A broken rail caused a train derailment that collapsed a bridge over an interstate highway in Colorado, killing a truck driver and blocking the road for days, federal authorities said Tuesday, based on their preliminary investigation.
Officials will investigate how the rail broke and why warning systems did not alert crews to the condition of the track, the National Transportation Safety Board said in a news release.
The steel bridge built in 1958 collapsed Sunday when 30 cars from a BNSF train hauling coal derailed while crossing over Interstate 25 north of Pueblo.
The 60-year-old driver of a semitrailer truck that was passing beneath the bridge was killed. I-25, the main north-south route through Colorado, is expected to remain closed for several more days as crews clear away piles of coal and other debris.
Broken rails and other track problems are a leading cause of derailments, according to federal accident data.
The NTSB has previously recommended that railroads install more automatic monitoring systems that can detect problems with tracks early on and prevent accidents. The agency repeated its call for those systems in July in response to a fatal Amtrak derailment along BNSF-owned tracks in northern Montana two years ago.
It was not immediately known whether the track where Sunday’s derailment occurred had such a system. NTSB spokesperson Sarah Taylor Sulick said that was under investigation.
Representatives of BNSF did not immediately respond to emailed questions.
There is no reason believe the derailment was sabotage, Sulick said.
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“They will be pulling maintenance records. They’ll be interviewing people involved. They’ll be talking to the railroad. They’ll be talking to the state,” Sulick said.
Federal investigators late Monday approved cleanup work along I-25 after largely completing their evidence collection where the BNSF coal train derailed.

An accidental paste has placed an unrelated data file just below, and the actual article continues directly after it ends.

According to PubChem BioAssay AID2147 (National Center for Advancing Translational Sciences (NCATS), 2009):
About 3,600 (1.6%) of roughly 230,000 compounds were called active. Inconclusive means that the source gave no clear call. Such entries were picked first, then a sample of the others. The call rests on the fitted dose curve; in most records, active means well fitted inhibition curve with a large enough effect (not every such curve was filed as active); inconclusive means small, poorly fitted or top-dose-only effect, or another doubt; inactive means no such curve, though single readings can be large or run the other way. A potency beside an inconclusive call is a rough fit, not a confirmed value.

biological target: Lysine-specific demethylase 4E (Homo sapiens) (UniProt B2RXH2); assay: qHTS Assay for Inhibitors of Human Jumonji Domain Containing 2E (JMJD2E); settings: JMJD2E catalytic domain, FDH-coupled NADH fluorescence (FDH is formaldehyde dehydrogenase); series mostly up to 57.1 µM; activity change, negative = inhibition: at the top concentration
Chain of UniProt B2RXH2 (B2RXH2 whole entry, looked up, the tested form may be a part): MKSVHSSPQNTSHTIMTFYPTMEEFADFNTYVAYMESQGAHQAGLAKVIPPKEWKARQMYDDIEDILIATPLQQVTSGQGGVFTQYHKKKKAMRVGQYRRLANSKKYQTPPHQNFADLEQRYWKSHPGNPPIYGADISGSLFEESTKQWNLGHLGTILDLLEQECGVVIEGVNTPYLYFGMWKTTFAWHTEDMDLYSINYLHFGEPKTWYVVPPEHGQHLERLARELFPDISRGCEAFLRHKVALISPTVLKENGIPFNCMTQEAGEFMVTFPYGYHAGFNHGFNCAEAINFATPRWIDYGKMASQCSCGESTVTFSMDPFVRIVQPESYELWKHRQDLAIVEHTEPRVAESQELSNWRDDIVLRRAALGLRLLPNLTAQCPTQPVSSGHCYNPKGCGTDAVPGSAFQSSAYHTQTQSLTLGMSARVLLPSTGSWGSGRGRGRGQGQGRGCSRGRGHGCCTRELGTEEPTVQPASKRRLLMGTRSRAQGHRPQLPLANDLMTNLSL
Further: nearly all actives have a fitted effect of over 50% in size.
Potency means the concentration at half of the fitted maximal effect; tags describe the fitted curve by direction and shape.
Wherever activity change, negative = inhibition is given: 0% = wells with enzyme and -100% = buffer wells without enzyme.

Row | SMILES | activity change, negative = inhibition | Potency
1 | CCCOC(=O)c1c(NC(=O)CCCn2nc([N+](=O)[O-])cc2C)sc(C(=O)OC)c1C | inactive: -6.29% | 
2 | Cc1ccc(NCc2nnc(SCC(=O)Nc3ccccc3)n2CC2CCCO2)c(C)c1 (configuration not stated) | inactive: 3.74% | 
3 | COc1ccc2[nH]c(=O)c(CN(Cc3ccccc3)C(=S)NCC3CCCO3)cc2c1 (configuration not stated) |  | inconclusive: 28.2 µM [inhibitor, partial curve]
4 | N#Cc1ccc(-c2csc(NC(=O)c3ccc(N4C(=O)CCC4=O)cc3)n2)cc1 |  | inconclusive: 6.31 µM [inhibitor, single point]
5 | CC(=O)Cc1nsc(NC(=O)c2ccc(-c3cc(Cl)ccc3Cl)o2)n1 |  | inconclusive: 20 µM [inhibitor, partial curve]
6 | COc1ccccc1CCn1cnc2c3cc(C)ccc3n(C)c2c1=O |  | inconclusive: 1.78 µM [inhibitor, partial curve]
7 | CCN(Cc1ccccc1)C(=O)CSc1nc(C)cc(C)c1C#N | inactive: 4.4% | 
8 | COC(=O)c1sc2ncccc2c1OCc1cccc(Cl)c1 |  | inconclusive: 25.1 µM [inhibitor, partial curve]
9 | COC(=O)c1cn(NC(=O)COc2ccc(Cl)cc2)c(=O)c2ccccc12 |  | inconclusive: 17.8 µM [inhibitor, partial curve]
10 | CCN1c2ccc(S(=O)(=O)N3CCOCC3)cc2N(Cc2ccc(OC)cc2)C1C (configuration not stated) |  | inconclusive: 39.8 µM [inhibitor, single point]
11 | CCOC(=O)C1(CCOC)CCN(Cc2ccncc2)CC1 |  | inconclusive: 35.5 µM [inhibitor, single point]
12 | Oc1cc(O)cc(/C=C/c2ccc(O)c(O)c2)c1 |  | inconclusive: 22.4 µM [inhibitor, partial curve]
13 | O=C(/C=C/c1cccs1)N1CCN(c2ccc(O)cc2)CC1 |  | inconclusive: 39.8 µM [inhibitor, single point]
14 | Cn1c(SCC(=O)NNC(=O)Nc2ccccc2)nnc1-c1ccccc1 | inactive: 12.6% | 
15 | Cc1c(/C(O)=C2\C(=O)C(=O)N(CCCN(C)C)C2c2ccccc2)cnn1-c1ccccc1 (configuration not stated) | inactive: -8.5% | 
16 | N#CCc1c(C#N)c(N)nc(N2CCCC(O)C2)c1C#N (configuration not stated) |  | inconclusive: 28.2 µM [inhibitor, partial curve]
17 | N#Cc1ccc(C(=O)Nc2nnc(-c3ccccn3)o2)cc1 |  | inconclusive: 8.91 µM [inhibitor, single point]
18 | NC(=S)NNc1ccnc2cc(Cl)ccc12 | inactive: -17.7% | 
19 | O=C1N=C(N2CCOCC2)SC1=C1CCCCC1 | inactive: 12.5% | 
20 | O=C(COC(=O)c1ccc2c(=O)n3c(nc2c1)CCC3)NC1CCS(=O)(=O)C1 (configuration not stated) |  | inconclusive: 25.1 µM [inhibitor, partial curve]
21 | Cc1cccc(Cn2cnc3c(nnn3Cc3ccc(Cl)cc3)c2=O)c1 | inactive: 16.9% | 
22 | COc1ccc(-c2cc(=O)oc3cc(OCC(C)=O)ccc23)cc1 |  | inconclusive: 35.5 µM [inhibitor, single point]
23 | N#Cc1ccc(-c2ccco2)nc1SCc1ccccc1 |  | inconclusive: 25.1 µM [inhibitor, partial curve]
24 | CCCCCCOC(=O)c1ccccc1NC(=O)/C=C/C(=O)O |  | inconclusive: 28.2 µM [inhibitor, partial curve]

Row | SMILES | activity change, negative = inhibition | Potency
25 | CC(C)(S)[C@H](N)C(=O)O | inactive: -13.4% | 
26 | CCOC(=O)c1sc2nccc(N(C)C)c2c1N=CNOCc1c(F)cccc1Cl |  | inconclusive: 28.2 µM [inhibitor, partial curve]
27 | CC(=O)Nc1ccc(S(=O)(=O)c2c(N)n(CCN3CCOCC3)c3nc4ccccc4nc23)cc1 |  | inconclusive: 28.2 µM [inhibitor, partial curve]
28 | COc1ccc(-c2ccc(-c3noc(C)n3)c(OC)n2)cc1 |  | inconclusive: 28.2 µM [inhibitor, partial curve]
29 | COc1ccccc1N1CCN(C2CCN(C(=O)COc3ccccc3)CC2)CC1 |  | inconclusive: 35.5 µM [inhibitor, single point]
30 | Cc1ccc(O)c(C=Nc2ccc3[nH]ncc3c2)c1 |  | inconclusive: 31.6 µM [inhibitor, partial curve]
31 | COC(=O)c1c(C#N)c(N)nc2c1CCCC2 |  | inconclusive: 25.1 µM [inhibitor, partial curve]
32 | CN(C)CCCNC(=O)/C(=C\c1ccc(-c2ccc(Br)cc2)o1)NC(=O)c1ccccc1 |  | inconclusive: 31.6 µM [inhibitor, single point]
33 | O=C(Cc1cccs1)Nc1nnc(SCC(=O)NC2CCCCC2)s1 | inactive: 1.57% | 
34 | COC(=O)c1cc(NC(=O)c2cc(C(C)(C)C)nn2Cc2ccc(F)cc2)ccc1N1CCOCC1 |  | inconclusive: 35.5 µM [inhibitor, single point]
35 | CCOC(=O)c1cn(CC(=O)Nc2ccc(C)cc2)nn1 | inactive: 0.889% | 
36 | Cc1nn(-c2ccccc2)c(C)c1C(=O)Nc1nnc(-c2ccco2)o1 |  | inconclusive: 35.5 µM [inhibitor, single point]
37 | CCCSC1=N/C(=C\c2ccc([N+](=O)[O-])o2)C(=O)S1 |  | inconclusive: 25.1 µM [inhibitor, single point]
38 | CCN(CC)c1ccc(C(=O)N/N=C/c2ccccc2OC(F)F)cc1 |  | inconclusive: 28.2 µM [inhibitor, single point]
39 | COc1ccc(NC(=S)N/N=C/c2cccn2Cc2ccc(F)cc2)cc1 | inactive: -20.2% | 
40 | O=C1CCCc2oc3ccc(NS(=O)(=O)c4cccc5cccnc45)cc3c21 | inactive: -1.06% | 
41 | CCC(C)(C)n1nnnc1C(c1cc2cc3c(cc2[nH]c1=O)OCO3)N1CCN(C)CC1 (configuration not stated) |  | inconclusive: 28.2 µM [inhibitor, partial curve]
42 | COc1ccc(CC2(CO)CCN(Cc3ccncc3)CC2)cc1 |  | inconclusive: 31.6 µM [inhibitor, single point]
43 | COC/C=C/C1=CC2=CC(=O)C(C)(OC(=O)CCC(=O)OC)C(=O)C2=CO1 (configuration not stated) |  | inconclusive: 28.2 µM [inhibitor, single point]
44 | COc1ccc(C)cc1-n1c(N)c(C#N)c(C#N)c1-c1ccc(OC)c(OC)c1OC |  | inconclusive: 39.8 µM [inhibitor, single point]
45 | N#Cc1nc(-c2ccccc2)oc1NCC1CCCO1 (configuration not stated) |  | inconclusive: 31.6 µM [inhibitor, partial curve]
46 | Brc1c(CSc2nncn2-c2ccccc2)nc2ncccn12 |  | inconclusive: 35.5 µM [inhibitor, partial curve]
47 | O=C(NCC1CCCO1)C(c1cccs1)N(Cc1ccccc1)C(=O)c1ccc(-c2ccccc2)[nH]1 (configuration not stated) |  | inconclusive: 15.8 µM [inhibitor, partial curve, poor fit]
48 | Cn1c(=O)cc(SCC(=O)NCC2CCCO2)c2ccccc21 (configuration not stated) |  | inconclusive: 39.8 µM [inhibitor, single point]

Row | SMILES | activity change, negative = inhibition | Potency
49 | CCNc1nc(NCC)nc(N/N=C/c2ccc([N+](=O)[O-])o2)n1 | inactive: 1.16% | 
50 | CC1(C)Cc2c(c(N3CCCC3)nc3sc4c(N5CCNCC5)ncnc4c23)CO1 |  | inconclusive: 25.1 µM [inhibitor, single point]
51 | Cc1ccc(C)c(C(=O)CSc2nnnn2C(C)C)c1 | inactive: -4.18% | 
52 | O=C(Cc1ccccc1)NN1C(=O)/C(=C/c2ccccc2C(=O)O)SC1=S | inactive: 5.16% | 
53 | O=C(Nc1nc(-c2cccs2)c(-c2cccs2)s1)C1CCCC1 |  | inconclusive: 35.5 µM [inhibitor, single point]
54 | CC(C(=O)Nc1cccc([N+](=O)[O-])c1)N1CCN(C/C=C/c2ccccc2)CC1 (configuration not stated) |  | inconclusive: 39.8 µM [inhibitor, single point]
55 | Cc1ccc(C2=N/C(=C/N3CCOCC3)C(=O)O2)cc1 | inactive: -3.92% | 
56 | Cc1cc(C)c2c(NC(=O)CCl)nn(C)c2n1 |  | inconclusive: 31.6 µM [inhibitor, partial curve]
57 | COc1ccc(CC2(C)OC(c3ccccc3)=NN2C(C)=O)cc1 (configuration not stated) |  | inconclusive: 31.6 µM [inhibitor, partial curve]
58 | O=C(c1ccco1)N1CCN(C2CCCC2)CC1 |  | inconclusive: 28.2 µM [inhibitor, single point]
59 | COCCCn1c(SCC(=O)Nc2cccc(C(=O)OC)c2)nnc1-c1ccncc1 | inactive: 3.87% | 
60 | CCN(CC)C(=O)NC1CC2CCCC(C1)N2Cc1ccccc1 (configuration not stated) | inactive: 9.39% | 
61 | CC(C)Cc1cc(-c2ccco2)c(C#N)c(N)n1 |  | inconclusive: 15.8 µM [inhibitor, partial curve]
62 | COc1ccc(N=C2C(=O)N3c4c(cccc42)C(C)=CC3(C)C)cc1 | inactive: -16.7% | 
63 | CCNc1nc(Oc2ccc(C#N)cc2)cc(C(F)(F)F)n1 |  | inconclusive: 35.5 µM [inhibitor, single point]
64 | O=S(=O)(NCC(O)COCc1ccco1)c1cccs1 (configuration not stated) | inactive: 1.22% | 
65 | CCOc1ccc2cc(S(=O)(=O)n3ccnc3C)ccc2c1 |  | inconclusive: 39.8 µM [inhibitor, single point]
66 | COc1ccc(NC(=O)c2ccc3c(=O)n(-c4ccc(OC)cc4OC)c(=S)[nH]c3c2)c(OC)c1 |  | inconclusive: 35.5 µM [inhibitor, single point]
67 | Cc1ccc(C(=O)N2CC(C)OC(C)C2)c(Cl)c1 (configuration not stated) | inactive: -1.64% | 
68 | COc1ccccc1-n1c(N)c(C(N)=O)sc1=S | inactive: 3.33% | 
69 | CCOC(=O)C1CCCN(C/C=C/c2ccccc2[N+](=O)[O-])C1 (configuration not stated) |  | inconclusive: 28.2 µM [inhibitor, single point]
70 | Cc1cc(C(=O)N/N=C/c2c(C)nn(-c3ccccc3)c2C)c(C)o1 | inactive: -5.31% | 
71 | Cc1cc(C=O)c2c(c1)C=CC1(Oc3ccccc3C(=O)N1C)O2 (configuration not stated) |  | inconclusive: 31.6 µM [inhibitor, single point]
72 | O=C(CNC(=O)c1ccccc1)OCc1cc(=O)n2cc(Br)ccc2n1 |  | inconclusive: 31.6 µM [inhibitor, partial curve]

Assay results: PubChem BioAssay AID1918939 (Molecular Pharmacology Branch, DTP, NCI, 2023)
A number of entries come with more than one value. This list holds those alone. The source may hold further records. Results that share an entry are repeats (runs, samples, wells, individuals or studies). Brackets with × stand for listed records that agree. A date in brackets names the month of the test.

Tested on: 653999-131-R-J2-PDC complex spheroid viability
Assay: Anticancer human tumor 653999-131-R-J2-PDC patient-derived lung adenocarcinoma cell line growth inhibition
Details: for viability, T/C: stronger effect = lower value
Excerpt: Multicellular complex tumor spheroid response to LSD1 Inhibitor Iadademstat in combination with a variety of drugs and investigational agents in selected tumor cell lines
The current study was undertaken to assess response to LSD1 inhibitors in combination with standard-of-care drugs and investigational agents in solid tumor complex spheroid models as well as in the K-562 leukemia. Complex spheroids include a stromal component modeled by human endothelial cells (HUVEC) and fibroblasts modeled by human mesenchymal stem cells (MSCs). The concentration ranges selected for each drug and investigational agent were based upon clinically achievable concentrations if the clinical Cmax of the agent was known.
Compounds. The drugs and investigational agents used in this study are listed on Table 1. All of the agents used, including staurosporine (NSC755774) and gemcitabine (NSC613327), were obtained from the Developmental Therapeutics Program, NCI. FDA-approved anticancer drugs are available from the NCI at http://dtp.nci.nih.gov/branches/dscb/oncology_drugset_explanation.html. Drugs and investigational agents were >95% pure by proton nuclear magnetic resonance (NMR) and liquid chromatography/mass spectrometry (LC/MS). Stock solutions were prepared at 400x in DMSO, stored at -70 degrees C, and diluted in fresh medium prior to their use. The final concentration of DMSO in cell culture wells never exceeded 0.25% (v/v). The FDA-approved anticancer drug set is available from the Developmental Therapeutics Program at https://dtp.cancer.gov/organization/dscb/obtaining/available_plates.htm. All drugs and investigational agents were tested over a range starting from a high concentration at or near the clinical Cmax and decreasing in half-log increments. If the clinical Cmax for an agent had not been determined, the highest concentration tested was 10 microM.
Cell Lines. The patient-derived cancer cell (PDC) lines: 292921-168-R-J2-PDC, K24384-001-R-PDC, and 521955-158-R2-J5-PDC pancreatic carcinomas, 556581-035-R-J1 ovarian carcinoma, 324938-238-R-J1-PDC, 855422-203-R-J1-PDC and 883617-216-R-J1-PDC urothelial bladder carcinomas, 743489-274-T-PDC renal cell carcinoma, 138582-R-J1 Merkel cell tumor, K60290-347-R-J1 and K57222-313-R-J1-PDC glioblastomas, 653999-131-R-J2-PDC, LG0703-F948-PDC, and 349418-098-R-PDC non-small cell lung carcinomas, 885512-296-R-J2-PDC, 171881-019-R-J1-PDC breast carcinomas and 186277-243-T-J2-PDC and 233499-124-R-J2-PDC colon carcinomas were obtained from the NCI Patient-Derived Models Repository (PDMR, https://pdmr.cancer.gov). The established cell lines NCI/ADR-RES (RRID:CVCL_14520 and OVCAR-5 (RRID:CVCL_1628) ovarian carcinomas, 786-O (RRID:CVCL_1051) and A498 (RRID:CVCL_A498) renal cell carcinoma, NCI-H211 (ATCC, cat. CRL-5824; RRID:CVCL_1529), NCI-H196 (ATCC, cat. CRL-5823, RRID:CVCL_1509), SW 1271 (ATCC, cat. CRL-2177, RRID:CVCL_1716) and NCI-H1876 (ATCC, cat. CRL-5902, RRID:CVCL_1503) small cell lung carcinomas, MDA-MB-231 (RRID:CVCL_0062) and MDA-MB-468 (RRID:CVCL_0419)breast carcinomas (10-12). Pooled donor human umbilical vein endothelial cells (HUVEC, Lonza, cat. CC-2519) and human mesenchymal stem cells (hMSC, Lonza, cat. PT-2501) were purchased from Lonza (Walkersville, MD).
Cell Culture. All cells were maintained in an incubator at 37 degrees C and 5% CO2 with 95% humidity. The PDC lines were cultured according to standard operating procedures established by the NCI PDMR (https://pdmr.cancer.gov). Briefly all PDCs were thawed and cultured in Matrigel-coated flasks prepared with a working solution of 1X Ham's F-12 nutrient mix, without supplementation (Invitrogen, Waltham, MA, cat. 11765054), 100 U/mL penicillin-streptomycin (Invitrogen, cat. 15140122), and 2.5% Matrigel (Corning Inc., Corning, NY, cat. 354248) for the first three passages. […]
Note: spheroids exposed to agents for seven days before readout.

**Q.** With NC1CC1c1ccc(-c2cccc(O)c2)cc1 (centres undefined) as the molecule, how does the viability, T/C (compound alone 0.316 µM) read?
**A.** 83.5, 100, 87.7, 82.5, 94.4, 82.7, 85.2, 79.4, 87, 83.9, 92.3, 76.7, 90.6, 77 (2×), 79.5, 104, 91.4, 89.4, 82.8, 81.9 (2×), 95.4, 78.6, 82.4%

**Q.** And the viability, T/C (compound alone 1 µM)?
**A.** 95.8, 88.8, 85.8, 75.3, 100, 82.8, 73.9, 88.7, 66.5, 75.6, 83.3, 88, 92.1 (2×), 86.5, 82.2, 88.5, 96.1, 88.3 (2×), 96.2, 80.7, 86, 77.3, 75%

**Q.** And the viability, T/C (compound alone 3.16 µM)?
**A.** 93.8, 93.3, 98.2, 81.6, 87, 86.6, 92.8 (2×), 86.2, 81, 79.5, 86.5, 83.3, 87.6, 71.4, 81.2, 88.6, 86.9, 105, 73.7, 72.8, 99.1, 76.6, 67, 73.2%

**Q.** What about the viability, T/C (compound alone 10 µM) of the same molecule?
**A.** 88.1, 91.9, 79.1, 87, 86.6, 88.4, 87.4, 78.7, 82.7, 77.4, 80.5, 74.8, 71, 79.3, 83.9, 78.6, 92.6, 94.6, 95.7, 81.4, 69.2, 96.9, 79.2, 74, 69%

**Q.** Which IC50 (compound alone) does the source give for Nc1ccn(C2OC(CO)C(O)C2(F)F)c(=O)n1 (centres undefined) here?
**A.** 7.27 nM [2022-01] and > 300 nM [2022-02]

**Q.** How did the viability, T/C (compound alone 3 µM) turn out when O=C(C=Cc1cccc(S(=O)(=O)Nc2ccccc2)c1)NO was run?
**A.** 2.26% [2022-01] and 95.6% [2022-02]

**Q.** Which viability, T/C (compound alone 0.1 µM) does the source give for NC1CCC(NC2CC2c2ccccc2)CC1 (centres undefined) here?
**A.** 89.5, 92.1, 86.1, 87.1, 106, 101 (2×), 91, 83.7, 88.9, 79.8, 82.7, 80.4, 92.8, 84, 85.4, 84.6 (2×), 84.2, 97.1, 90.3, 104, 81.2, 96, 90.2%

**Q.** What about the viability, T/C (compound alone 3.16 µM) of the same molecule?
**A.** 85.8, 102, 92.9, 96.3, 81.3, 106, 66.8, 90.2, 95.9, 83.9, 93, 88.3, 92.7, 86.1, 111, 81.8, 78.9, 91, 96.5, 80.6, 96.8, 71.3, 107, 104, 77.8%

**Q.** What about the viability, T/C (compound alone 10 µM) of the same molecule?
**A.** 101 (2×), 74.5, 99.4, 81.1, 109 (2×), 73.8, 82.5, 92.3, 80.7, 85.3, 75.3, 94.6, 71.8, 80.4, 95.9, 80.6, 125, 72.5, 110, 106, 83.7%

A nine-mile (14-kilometer) stretch of I-25 — used by 39,000 to 44,000 vehicles daily — was shut down. Traffic was being detoured around the derailment site and through the town of Penrose, almost 30 miles west of Pueblo.
Meanwhile, the bridge’s ownership remained unclear two days after the accident.
Railroad companies typically own the bridges that trains use. However, BNSF said the steel girder bridge that collapsed onto I-25 was owned by the state.
Colorado officials initially said the bridge was the property of the railroad but later backed off that claim.
Officials were still combing through records Tuesday, trying to determine ownership, said Matt Inzeo, of the Colorado Department of Transportation.
Hundreds of tons of coal and mangled railcars that landed on I-25 were expected to be cleared from the road by Wednesday afternoon, officials said. After that, officials will be able to assess how badly the road is damaged and what repairs are needed.
There were more than 12,400 train derailments in the U.S. in the past decade, or more than 1,200 annually, according to Federal Railroad Administration data that’s based on reports submitted by railroads.
Pressure for the industry to improve safety has grown in recent months following a February derailment of a train hauling toxic chemicals that triggered evacuations in Ohio and Pennsylvania.
Since 1976, at least 111 railroad accidents have been caused by bridge failures or bridge misalignments since 1976, according to an Associated Press review of derailment reports submitted by railroads to the Federal Railroad Administration. That’s just over two accidents annually on average.
President Joe Biden had been scheduled to visit a wind energy company in Pueblo the day after the accident but postponed the trip at the last minute to focus on the growing conflict in the Middle East.
Sunday’s accident follows a railroad bridge collapse in June along a Montana Rail Link route in southern Montana that sent railcars with oil products plunging into the Yellowstone River, spilling molten sulfur and up to 250 tons (226.7 metric tons) of hot asphalt. The accident remains under investigation.